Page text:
Nina’s Tips & Techniques: Pork Tenderloin

Does pork have to be cooked well done?

It does not! For a long time it was recommended that pork get cooked well done to eliminate the risk of trichinosis, a parasite that was formerly common in pork. However, trichinosis has been bred out of pork and we can now enjoy pork as it was meant to be eaten; medium-rare to medium. Hooray! 

Whenever I cook pork tenderloin it comes out super dry. Am I doing something wrong?

Pork tenderloin is a very lean piece of meat. When meat lacks fat it can dry out easily in the cooking process. I like to sear pork tenderloin on all sides and then lower the heat so it cooks gently the rest of the way through. I also love basting lean meats with a little butter or olive oil and some aromatics. This helps tenderize and flavor the meat. Finally, it is crucial that meat, especially lean meats, get to rest after they are cooked and before they are cut. I’ve seen so many TV Chefs say things like “sear the meat to seal in the juices,” but that is really a cooking myth. Searing adds flavor as the proteins brown, but it does not seal in juices. RESTING will keep the juices in though – so do it! Resting allows time for the juices inside the meat that are moving around really fast during the cooking process to slow down and for the cell membranes in the meat proteins to firm up and retain them. This keeps your meat juicy and delicious! Rest 5-10 minutes before slicing – this is the step to make sure you never skip!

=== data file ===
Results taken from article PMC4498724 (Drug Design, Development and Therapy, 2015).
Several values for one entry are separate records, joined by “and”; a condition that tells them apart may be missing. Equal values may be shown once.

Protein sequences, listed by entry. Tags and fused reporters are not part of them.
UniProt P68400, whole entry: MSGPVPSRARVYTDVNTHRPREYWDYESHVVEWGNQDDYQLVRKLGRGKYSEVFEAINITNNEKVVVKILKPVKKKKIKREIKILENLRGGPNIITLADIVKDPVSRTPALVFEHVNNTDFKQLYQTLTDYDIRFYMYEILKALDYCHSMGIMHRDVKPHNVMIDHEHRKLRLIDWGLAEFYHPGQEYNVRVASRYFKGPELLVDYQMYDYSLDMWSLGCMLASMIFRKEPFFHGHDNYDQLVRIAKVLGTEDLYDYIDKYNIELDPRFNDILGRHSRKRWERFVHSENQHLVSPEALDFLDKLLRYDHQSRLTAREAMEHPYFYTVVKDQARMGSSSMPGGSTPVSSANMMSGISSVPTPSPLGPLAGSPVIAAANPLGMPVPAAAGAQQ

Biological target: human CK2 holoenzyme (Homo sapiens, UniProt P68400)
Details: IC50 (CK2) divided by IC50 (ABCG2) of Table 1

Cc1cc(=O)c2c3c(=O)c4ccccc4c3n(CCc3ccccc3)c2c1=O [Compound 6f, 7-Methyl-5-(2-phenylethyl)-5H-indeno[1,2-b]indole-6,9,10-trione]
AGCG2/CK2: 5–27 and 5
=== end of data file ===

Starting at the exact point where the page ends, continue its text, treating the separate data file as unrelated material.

Featured Recipe: Herb Basted Pork Tenderloin